People with diabetes should cook their vegetables ahead for the week if they have a busy schedule. That way, they will always have some vegetables that they like on hand to fill out their meal. They can also cook their meat or protein portions ahead. It’s best to be prepared, and have some of the foods you love already prepared on hand. That way, you don’t get tempted to go off your plan.
When you make recipes, use low fat dairy products, as opposed to higher fat dairy products. Pick nonfat or 1 percent milk instead of 2 percent or whole milk, for example.
Generally cook with less fat in your meals overall. Limit your fat servings to 1 per meal or a fat that is considered a healthier fat such as olive oil. Brush it on sweet Continue reading

Overlooked Cheap and Healthy Foods

Overlooked Cheap and Healthy Foods

A proper diet is one of the major ways to manage diabetes and healthy foods often get a bad reputation for being expensive. With some planning, there are plenty of diabetes-friendly options that can fit into your budget. Consider these cheaper healthy food options that are often overlooked for people with diabetes.
Preparing for the Grocery Store
The first step to a better eating plan is to prepare for the grocery store before you get there. Determine your budget and make a list of what you need. Check your cabinets and only fill in things you do not already have. Stick to the list to avoid being lured into buying unnecessary extras. Coupons can help you save money on quality foods. Find them in local publications, magazines, and online. Read the circulars for the local grocery stores to find the best deals. Join shoppers clubs at grocery stores and mass merchants to score additional discounts. Never shop when you feel hungry as this may cause you to splurge. Learn the store layout. Often the healthiest options are located on the outside aisles or perimeter of the store. Avoid visiting the aisles filled with packaged cakes, cookies, and other processed temptations. Inquire if the store has discount days you might be able to take advantage of, such as deals for seniors or veterans. Check in the front of the store since they often place “two for one product” at the entrance. If the store has a delivery service, you can shop online and have exactly what you need to be delivered to your door. This minimizes the chances of being tempted by advertisements at the store. It is Continue reading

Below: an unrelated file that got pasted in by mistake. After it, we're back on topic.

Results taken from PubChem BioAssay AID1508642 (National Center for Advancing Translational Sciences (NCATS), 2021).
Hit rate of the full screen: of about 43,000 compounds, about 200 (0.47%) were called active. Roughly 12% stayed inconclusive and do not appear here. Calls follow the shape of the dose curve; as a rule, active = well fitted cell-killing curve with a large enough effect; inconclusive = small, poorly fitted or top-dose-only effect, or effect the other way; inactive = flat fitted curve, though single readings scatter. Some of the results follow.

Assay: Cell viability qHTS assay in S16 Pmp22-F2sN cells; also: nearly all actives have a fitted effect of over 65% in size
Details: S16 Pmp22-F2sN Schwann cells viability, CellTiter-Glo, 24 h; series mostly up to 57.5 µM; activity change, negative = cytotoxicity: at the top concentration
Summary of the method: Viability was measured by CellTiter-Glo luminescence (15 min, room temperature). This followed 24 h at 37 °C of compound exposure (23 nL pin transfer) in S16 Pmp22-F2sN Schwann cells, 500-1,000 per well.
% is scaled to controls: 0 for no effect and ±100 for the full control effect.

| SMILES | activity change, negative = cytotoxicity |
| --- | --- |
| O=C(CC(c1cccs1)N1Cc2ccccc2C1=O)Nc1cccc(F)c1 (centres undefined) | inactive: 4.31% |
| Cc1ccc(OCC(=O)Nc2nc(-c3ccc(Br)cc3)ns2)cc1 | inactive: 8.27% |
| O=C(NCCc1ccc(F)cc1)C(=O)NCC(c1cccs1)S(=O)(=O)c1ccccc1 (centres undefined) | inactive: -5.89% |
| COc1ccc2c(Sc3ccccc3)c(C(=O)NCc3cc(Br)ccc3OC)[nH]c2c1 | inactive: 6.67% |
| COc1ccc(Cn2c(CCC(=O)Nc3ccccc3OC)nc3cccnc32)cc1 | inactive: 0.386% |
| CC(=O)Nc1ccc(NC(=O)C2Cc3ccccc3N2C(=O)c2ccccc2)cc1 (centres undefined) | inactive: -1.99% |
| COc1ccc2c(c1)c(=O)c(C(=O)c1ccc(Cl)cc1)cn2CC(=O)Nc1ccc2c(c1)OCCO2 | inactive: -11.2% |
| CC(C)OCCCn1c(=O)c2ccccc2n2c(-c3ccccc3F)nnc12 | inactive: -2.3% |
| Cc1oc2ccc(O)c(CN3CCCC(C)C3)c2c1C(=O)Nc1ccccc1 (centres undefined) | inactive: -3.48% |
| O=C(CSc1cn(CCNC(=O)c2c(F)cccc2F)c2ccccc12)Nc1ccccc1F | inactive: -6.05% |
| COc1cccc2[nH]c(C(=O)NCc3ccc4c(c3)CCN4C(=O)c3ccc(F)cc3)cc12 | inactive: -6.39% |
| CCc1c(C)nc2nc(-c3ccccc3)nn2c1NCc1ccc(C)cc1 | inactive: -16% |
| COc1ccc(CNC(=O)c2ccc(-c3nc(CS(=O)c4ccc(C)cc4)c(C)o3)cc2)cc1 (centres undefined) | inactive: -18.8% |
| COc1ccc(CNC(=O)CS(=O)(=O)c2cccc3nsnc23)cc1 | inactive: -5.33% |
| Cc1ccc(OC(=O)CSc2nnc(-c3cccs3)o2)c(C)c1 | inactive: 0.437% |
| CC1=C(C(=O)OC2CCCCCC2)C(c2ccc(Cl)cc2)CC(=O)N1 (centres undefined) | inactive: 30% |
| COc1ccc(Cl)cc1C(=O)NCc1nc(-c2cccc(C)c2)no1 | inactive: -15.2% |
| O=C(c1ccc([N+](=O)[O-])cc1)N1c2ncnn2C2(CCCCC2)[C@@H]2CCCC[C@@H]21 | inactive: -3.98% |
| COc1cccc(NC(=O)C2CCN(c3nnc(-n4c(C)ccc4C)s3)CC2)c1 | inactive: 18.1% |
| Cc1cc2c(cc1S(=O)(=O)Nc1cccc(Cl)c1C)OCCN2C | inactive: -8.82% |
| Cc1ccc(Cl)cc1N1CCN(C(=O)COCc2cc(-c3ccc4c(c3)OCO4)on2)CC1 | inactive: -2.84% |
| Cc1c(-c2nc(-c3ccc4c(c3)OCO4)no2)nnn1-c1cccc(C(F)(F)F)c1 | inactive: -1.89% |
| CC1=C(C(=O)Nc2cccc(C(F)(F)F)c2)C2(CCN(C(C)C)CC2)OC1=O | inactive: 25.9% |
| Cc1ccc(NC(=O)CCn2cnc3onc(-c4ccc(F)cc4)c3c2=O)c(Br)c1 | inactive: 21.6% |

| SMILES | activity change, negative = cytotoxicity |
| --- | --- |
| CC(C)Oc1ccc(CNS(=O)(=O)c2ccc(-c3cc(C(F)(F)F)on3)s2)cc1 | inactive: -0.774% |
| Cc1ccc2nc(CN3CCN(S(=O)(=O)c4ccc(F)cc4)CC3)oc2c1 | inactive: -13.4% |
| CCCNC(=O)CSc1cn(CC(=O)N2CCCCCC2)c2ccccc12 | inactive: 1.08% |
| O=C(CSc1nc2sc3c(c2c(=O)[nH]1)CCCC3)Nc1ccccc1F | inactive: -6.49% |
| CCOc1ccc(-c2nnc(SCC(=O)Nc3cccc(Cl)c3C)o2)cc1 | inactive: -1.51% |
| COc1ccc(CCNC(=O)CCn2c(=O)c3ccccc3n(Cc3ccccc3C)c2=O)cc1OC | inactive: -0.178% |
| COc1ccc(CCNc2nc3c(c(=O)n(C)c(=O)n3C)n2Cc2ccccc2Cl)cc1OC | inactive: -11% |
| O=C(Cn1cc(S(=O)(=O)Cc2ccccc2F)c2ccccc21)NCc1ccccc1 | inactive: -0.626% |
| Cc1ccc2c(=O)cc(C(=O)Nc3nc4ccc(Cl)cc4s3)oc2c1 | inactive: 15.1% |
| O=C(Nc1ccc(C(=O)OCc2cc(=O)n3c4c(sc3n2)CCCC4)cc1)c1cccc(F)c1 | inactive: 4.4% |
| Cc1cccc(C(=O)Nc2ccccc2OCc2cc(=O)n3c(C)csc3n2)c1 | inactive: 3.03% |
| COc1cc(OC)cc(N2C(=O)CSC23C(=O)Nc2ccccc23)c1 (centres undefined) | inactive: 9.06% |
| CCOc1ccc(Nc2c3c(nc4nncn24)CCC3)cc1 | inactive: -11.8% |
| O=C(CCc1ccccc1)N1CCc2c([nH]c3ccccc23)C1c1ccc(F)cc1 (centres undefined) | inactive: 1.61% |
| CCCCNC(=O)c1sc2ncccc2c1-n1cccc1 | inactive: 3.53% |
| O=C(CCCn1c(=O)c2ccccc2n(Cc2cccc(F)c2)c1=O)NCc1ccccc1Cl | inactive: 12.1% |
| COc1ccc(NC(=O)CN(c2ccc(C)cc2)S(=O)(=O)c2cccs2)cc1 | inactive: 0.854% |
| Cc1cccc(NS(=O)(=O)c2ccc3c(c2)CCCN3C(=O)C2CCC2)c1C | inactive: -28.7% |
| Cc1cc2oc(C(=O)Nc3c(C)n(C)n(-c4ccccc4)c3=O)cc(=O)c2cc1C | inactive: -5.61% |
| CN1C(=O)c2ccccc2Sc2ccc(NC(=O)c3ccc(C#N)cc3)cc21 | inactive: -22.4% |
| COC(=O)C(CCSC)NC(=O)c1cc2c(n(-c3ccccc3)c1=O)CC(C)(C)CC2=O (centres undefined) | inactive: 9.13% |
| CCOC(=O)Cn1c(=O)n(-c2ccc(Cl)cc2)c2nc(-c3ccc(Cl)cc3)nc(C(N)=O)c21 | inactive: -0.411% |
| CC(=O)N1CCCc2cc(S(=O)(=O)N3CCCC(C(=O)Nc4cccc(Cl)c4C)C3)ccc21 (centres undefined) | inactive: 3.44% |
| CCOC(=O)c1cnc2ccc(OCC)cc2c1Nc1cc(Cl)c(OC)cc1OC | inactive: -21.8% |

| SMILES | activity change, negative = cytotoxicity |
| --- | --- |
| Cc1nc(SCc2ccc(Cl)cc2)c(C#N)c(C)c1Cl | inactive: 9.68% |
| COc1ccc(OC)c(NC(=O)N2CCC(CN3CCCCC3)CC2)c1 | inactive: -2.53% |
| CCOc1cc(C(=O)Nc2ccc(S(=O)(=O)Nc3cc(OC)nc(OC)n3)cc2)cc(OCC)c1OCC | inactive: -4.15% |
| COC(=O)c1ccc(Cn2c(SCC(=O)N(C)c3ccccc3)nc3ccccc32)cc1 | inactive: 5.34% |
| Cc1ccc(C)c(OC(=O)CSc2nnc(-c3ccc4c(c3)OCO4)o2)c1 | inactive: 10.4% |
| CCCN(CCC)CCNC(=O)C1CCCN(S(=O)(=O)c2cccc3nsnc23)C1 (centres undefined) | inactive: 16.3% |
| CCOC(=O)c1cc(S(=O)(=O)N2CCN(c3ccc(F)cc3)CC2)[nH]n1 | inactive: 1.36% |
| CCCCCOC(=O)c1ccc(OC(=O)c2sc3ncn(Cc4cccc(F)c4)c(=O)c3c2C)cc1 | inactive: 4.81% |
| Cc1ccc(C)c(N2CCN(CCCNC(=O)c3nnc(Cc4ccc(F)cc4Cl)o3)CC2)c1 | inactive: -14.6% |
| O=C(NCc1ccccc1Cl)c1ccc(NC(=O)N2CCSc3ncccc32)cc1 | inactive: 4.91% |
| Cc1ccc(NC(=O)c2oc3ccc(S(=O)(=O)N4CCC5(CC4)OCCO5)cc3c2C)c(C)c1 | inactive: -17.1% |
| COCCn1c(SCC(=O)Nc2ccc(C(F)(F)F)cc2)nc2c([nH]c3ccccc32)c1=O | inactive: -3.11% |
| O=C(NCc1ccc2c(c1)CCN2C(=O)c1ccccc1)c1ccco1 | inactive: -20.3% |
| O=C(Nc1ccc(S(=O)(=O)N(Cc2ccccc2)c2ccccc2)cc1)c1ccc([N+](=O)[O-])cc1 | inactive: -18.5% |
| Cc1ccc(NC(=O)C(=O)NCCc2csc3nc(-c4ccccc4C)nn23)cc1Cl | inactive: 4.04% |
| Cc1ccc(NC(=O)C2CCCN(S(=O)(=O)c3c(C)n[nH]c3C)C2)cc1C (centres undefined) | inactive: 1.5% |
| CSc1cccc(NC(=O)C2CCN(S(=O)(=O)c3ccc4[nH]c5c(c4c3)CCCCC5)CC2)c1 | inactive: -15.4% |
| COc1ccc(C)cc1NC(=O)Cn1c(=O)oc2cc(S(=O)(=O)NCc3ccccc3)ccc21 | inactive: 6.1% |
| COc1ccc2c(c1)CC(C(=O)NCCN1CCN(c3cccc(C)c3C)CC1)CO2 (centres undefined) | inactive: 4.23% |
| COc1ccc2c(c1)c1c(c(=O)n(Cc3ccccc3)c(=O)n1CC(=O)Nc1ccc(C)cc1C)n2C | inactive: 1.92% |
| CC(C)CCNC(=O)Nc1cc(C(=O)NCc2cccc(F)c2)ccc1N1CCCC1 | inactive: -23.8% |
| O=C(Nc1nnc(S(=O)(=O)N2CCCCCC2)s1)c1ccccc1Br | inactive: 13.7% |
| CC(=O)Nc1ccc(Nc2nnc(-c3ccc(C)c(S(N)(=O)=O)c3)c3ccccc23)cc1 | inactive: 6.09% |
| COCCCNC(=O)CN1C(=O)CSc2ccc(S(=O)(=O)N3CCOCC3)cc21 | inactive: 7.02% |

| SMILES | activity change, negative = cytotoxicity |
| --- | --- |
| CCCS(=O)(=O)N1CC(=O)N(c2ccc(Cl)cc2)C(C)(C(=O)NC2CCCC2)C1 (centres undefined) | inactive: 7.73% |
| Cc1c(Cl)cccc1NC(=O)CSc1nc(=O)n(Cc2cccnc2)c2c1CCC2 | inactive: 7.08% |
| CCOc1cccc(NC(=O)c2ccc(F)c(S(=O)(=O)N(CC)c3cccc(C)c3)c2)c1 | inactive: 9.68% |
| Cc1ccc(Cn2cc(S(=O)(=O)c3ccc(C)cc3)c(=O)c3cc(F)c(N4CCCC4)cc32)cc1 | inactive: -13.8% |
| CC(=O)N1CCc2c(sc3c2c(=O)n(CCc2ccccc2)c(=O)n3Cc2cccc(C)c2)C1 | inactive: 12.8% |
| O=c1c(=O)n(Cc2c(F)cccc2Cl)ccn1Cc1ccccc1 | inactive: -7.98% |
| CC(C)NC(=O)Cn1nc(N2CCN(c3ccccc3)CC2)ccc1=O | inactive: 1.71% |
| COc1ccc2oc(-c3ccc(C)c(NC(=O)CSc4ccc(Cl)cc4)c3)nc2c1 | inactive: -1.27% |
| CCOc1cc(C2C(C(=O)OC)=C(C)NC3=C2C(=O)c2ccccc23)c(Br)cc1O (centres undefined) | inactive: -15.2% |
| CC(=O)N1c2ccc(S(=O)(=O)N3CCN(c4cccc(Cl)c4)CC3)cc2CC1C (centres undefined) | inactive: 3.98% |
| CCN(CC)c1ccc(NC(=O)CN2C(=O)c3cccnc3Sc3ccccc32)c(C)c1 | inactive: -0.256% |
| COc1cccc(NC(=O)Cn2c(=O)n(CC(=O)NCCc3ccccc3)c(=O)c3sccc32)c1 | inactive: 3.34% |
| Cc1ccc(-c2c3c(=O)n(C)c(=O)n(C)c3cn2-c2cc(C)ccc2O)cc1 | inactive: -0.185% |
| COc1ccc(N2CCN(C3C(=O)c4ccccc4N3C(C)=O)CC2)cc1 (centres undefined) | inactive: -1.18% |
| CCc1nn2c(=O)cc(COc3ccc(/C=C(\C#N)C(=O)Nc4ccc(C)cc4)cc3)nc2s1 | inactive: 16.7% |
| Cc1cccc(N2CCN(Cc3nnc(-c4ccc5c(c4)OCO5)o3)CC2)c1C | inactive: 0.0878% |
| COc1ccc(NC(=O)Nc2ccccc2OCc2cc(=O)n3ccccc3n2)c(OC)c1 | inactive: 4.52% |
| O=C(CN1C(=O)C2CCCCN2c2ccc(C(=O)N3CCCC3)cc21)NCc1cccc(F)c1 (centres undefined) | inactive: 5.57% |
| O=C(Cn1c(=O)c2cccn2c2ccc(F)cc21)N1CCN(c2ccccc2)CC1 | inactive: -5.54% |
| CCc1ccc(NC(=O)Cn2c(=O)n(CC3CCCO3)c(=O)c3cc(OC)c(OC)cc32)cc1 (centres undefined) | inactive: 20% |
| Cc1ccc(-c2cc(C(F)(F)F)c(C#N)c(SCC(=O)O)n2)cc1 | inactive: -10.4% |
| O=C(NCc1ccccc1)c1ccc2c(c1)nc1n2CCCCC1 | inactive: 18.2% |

Diabetes cholesterol risk warning

Diabetes cholesterol risk warning

The majority of people with diabetes are not controlling cholesterol levels effectively - putting them at increased risk of heart disease, a charity warns.
Diabetes UK says 90% of people with the disease are having annual checks which will show up problems.
But it says the most recent national diabetes audit found many are not then addressing high cholesterol.
Chief executive Barbara Young said it meant the health of thousands was being put at unnecessary risk.
'Easy to control'
About 3.7 million people in the UK have diabetes. The majority - about 90% - have Type 2 diabetes, where the body makes too little insulin or where it fails to make it properly. In those with Type 1 diabetes, the body cannot produce any insulin at all.
The audit includes data on 1.9 million people in England with diabetes.
It is an issue that is putting the health of hundreds of thousands of people at risk. Barbara Young, Diabetes UK
People with both types of the condition have a higher risk of heart disease than the rest of the population.
Cardiovascular disease is linked to 44% of deaths in people with Type 1 and 52% with Type 2.
Diabetes UK says that because of the existence of statins - cholesterol-lowering drugs - it is relatively easy to control high cholesterol.
People with Type 2 diabetes also have twice the risk of stroke within the first five years of diagnosis compared with the general population.
Barbara Young said the findings were worrying, adding: "It is not clear why the high number of people having their annual cholesterol check is not translating into better cholesterol control, bu Continue reading